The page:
When You’ve Blogged All There Was to Blog About4 min read

Many bloggers come to a point in their blogging journey when they feel they’ve written all there was to be written about a certain topic. 

What are you going to do then?

If you’ve run out of new things to say, how do you keep producing content?

Well…

On recurring themes: nobody was paying attention.

I remember struggling a lot with this one.

I used to blog a lot about failure and success, and how intricately linked they are. The thing is, after a few blog posts, it feels kind of repetitive. Even the quotes I used seemed to be all alike.

But one thing to remember when it comes to blogging is the fact that your experience as the blogger is not the same as their experience as readers.

You feel like repeating yourself, which you are, but to those readers who didn’t have a chance to read your previous blog posts (or to those who are new to your blog) it feels like fresh content.

The truth?

You never get 100% of your readers to read all of your content, which is why you must:

a. acknowledge this fact.

b. develop a set of recurring themes and topics; stuff you’d want your readers to know about, internalize, and act upon. This is the content that you will repeat, and keep saying over and over again, so they get it.

c. realize that as your understanding of your niche grows and develops, so is the way you write even about topics you’ve covered before. If you feel like repeating yourself, odds are you haven’t learned anything new about your niche.

A tale of two choices.

There are a two things that a blogger can do about repeating past topics on their blog:

1. Republish old content.

Strangely enough, this is something that I’ve covered in a previous blog post.

Life’s funny like that sometimes.

Anyway, here’s what you can do:

a. Republish blog posts as new posts. Simply “reschedule” them for a future date.

b. Update the posts with new content, but don’t republish it as new. You can instead announce the changes you’ve made in a new post. This works great if you have a long piece, and the update is substantial enough to warrant a new entry letting your readers know about this post.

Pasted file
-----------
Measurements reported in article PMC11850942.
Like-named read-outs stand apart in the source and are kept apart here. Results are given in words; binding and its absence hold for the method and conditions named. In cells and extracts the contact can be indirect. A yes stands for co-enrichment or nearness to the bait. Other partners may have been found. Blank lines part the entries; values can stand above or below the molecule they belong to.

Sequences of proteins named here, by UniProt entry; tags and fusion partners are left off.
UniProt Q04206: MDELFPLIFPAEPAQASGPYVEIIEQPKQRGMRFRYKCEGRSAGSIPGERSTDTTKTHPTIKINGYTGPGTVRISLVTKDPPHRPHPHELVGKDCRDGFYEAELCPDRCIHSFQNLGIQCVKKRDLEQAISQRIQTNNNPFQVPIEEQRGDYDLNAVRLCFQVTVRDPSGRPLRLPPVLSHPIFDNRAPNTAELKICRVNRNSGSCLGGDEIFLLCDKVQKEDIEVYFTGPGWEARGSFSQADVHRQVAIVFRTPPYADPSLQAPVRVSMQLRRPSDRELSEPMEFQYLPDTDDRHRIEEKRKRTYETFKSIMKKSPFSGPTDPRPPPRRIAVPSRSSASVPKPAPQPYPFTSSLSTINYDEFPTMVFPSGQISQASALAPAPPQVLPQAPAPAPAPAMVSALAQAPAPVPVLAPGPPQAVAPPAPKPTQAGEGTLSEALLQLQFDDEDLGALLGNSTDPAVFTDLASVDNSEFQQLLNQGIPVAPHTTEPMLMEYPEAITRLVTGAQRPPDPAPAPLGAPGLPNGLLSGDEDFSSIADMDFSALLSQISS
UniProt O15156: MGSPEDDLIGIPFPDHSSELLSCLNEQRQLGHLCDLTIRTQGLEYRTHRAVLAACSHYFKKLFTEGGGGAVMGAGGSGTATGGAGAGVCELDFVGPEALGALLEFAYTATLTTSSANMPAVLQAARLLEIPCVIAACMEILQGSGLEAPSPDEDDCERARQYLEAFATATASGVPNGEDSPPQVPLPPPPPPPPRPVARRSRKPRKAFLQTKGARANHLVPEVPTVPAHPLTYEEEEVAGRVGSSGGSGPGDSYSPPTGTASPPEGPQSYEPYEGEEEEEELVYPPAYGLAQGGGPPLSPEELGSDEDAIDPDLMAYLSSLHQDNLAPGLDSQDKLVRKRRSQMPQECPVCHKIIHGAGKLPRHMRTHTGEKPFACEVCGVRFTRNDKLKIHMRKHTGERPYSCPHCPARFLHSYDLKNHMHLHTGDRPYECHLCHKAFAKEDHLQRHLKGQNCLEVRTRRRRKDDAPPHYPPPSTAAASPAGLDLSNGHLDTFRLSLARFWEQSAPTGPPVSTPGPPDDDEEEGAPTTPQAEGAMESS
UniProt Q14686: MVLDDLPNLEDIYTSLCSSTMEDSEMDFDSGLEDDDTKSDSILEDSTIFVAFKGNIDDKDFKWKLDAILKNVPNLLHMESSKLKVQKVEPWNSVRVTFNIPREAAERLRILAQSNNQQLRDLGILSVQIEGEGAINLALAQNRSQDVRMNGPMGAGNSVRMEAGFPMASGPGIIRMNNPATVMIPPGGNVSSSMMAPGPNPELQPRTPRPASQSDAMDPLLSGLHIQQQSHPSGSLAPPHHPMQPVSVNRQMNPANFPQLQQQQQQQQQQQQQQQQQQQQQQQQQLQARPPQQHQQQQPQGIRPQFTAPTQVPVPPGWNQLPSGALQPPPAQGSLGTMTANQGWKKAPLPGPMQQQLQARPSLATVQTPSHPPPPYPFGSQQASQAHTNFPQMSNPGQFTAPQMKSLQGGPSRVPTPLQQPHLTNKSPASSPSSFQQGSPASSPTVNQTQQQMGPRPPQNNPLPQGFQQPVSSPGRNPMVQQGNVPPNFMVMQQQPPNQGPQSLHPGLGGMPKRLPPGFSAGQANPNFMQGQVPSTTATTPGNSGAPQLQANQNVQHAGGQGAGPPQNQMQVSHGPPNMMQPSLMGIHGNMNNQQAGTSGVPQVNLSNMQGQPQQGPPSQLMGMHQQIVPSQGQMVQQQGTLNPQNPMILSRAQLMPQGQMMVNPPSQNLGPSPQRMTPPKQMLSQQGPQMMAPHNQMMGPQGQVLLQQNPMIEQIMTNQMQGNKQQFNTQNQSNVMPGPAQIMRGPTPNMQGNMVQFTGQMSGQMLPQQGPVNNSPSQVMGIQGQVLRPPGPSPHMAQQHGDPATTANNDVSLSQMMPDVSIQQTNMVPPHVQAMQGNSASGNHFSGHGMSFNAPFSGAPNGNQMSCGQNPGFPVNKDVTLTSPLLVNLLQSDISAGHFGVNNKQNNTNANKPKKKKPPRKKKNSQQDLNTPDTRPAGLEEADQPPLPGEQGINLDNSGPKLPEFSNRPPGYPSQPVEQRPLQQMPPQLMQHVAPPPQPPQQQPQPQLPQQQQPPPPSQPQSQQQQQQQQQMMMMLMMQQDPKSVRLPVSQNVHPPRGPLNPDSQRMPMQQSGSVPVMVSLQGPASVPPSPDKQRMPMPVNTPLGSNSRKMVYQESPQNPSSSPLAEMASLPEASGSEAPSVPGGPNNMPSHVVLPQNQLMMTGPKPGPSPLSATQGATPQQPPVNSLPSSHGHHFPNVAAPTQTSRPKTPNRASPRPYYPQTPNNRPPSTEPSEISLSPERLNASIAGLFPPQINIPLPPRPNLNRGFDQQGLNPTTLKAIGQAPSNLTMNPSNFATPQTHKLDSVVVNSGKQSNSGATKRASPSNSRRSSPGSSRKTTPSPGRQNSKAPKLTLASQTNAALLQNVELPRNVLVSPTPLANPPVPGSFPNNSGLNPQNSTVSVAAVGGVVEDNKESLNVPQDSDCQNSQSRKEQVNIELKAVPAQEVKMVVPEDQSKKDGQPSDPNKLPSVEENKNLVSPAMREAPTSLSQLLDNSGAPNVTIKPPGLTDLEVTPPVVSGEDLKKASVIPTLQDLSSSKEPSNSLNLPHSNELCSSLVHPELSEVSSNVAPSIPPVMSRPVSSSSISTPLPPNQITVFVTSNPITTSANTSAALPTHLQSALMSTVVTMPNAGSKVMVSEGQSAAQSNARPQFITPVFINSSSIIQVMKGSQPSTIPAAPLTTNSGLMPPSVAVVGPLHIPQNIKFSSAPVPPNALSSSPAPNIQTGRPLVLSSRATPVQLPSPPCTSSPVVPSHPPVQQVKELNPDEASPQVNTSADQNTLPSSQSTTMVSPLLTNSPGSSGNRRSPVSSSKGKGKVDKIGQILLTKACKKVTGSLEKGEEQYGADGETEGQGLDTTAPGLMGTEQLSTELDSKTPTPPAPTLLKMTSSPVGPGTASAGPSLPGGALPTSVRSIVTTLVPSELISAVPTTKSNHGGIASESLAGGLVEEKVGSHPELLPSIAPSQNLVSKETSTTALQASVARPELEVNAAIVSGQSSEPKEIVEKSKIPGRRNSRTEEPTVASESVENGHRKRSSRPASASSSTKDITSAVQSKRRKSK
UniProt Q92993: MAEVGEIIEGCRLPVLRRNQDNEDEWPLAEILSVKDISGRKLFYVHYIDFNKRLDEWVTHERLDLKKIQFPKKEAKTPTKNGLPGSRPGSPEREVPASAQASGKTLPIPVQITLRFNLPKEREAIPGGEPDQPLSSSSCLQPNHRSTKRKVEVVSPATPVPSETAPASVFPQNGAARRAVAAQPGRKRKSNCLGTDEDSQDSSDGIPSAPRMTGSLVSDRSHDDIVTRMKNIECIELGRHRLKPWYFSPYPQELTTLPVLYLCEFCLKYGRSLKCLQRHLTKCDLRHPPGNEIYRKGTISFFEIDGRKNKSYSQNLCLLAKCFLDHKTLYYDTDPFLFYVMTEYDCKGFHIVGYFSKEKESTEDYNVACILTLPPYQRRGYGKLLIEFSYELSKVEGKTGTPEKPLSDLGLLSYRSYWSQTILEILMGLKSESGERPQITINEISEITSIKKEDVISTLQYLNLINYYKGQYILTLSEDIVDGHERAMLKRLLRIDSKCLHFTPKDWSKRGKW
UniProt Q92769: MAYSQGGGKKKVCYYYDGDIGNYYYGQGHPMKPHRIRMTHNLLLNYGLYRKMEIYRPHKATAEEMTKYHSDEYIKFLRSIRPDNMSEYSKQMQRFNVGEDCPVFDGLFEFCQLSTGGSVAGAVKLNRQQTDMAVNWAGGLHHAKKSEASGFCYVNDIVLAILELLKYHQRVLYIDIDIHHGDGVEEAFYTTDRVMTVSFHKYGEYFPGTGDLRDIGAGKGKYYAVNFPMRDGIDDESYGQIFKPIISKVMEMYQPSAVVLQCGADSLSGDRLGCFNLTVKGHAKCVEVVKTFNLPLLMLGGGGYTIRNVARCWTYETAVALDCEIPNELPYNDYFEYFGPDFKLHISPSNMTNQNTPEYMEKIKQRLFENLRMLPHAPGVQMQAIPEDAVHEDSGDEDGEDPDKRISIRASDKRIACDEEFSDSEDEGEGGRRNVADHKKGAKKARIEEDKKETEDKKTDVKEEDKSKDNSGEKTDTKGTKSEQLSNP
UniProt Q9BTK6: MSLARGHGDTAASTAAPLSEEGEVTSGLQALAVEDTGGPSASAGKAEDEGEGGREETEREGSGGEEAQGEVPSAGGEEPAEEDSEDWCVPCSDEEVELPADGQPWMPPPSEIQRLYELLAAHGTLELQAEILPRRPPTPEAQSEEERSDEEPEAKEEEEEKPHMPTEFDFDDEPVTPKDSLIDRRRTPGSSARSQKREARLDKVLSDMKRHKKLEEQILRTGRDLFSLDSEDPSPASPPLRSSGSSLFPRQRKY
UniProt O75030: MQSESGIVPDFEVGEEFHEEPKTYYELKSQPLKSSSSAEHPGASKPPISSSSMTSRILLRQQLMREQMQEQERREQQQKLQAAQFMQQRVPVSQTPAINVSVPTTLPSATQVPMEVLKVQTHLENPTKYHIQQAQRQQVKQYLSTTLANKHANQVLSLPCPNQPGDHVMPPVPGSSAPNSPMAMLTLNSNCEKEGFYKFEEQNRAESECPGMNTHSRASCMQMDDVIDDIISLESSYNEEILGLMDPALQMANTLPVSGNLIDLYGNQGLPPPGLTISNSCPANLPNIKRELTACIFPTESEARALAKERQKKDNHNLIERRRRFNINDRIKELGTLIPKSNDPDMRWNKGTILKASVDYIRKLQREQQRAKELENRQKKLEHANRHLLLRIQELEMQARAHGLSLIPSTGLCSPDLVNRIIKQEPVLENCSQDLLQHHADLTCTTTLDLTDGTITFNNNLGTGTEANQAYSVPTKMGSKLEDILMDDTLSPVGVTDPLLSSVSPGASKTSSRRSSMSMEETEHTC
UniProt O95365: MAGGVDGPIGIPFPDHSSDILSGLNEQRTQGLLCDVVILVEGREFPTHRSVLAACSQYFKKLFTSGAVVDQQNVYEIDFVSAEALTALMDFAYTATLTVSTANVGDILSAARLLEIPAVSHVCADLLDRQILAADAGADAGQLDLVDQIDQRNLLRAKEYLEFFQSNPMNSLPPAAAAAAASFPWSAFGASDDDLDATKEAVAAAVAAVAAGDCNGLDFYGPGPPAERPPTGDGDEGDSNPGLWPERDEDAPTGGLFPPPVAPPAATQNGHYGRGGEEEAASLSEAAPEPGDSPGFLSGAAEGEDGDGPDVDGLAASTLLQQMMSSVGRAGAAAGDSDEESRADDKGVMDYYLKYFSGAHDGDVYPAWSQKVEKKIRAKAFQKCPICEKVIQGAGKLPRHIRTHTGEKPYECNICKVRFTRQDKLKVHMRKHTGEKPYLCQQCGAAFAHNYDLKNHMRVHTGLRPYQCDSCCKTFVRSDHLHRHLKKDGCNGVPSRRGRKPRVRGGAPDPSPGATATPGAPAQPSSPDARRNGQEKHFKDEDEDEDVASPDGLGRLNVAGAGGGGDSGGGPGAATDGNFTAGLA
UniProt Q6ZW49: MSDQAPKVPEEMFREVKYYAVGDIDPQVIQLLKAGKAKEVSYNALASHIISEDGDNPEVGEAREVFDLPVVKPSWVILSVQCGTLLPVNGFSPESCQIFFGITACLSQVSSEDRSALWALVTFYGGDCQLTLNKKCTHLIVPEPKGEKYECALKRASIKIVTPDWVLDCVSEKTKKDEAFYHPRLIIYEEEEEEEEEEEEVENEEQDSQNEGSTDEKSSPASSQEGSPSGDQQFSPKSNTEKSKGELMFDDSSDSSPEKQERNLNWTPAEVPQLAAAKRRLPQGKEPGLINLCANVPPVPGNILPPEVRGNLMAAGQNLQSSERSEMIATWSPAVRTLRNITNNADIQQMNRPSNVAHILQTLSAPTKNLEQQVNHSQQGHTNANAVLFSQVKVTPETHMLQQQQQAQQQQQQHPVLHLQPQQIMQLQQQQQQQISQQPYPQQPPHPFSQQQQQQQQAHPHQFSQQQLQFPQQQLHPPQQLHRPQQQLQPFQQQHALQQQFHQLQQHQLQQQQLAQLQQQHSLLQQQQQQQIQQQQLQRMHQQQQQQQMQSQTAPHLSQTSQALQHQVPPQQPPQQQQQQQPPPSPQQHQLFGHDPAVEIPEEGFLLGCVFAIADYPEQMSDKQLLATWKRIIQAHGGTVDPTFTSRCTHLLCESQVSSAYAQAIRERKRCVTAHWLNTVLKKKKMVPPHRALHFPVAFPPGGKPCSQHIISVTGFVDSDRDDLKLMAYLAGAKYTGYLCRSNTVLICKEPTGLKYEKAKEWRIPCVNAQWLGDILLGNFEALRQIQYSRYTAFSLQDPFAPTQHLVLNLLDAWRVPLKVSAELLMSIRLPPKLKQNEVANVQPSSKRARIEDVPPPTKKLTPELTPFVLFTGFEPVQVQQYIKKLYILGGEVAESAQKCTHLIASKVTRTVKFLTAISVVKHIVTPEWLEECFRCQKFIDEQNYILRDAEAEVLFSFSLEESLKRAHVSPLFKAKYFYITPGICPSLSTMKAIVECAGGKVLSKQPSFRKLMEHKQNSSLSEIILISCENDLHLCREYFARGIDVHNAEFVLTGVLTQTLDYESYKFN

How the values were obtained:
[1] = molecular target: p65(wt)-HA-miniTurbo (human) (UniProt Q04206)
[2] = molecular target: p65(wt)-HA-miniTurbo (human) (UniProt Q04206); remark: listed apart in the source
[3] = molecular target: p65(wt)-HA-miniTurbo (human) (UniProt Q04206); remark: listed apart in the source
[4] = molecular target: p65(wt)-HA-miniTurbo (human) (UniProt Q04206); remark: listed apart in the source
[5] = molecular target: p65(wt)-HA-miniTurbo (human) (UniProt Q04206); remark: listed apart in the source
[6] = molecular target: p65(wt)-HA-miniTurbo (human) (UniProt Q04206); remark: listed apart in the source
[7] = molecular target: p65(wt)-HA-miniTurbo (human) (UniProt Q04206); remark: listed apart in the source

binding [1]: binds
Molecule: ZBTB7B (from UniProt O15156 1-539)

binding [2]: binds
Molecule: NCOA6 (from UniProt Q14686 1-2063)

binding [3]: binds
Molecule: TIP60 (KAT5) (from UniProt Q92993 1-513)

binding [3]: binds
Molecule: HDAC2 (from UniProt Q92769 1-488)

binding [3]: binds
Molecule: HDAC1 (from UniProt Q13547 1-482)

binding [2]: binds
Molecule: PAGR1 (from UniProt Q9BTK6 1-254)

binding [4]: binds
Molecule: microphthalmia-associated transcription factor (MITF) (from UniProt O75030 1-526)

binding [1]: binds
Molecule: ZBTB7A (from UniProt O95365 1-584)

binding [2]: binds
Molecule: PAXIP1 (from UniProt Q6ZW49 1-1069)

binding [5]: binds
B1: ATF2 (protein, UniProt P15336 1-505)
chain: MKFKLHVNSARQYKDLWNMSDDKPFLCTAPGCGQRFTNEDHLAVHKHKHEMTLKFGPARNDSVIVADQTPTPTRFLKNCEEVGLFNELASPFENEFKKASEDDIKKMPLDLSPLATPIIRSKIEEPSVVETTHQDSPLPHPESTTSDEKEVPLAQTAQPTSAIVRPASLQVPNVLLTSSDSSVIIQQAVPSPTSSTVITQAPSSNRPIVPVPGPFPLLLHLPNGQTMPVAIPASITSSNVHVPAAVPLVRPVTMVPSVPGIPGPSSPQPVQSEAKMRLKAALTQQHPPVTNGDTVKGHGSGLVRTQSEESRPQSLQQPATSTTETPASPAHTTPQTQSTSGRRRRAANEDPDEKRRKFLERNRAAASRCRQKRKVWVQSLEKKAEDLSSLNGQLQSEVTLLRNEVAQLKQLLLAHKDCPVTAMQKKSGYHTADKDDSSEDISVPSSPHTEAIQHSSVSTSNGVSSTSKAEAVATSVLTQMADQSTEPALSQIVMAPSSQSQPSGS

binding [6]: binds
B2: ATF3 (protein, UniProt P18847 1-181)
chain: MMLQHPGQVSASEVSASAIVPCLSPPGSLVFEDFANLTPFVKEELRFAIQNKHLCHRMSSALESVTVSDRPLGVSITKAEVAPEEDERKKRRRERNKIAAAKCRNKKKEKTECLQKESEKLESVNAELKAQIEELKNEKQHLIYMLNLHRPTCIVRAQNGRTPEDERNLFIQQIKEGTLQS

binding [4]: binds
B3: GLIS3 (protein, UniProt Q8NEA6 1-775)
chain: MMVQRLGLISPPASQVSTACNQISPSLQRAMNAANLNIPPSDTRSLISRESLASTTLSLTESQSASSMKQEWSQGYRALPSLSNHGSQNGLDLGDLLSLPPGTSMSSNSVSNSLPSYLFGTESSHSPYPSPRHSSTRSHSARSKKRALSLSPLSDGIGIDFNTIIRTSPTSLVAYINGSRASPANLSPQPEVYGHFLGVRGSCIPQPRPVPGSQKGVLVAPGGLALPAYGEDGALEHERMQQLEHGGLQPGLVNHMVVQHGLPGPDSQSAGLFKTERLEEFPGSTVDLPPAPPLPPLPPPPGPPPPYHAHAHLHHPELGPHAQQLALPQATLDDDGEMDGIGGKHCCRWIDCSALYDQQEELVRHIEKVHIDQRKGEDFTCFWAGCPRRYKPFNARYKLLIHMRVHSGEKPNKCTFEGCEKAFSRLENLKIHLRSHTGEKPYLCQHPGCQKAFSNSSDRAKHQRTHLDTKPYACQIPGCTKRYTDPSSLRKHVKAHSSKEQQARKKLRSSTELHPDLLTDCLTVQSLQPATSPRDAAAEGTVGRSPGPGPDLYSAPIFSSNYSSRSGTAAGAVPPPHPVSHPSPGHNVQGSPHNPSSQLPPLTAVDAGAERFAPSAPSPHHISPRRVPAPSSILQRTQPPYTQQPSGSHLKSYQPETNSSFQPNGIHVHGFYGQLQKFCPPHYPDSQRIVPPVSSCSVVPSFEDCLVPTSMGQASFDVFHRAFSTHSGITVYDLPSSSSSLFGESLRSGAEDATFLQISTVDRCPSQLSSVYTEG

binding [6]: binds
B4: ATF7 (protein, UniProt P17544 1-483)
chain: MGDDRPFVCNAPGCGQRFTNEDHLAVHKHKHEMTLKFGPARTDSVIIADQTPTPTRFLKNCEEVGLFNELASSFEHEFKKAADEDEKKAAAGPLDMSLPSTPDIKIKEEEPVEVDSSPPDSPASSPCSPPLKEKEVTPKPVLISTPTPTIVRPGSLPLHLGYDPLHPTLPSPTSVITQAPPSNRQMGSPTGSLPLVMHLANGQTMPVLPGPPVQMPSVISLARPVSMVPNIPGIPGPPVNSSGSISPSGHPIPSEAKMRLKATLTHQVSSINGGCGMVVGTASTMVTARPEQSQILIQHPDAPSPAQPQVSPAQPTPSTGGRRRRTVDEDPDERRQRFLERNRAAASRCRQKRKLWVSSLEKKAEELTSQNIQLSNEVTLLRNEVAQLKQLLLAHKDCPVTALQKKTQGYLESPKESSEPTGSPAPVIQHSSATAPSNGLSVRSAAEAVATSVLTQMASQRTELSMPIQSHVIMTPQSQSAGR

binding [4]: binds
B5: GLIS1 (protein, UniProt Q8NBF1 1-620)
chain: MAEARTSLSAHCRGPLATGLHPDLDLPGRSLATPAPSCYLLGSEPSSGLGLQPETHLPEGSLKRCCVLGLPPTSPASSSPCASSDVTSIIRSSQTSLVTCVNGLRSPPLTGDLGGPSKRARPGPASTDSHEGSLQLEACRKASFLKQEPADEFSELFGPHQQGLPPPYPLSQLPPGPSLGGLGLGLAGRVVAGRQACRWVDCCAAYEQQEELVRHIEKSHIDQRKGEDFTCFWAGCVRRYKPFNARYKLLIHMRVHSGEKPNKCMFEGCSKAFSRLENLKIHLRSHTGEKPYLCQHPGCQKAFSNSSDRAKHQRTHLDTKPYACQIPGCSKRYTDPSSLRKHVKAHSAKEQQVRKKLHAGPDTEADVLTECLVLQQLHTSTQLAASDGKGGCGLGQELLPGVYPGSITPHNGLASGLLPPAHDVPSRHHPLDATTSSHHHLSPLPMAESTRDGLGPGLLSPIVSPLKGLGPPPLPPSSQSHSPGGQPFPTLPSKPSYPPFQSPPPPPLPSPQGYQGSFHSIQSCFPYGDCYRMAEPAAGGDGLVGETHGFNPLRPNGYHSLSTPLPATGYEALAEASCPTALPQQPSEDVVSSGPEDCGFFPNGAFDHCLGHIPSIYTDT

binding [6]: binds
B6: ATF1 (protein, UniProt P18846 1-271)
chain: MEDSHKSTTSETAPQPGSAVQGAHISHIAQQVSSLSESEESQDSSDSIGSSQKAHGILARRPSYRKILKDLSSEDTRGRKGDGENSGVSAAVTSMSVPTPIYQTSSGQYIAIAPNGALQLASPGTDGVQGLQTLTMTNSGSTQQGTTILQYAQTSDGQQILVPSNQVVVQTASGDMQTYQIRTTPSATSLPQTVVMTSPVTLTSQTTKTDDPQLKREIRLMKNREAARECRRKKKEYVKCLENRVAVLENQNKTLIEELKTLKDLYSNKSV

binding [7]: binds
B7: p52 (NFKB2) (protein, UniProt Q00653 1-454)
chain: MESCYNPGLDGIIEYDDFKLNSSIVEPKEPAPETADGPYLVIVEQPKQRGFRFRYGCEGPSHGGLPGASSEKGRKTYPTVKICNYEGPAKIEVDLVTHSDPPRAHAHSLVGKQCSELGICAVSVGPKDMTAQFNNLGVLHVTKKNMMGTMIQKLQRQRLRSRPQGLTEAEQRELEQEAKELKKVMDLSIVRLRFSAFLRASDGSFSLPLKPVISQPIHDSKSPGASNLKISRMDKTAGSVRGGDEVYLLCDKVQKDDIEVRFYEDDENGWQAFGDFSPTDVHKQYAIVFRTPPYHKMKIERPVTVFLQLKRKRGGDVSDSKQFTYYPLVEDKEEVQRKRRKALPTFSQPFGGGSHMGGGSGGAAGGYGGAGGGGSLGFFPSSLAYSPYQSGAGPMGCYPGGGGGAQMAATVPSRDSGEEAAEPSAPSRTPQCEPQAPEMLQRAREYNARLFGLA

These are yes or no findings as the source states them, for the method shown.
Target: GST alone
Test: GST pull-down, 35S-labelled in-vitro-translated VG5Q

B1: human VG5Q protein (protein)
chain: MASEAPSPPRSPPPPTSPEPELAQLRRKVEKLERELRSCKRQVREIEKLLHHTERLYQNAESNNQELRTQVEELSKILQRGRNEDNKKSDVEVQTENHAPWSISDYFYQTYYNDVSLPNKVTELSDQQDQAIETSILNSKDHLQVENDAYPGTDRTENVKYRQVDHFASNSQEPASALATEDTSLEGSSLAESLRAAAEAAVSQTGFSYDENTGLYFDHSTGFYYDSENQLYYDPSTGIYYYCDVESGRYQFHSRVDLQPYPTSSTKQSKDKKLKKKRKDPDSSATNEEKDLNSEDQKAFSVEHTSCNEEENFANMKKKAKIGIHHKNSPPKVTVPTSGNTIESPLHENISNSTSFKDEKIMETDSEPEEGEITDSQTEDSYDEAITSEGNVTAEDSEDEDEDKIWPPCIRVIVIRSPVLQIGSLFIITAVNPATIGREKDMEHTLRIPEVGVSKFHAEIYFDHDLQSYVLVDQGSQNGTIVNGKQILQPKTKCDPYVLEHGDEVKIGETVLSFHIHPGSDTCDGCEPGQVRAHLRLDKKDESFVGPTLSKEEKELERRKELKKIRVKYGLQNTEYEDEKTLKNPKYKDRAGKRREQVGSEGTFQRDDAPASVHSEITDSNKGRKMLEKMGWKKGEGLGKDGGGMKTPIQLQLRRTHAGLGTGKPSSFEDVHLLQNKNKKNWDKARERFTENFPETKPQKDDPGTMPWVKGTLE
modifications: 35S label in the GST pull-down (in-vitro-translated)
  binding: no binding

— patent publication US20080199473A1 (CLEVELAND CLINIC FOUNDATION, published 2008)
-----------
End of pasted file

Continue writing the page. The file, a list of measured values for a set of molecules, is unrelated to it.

There are, of course, other ways you can link to old content on your blog, including writing a “best-of” blog post, a throwback blog post, or simply writing a nice essay about why this or that post is your personal favorite.

2. Write a new blog post.

This is the tricky part.

How do you write a new blog post about a topic you’ve covered before without repeating yourself?

Quite the million dollar question.

Well, you could just not read the old post, so it does not influence you.

You could also try to write from a different perspective: what if you were to disagree a bit with your main idea? Or what if you were to write from the perspective of someone who is skeptical about it?

One other way to bring new life to old ideas is by inviting someone else to guest blog, sharing their opinion on the topic, to do an interview with someone who has something to say about this topic of yours.


Whether you like it or not, you’re going to run out of things to write about.

If you branch out, odds are you’ll lose the readers who don’t care about any additional topics that you cover.

If you repeat the same topics and ideas, odds are you’re going to alienate your oldest readers.

If, on the other hand, you don’t repeat the most important topics and ideas in your niche, your new readers won’t read them, and odds are they’ll ask you to write about them, or they’ll unfollow because you never cover them, even though you did.

I know, right?

The fact of the matter is that you should acknowledge that there’s a certain life cycle to readers, and it’s never worth stifling your creativity because you don’t want to lose readers.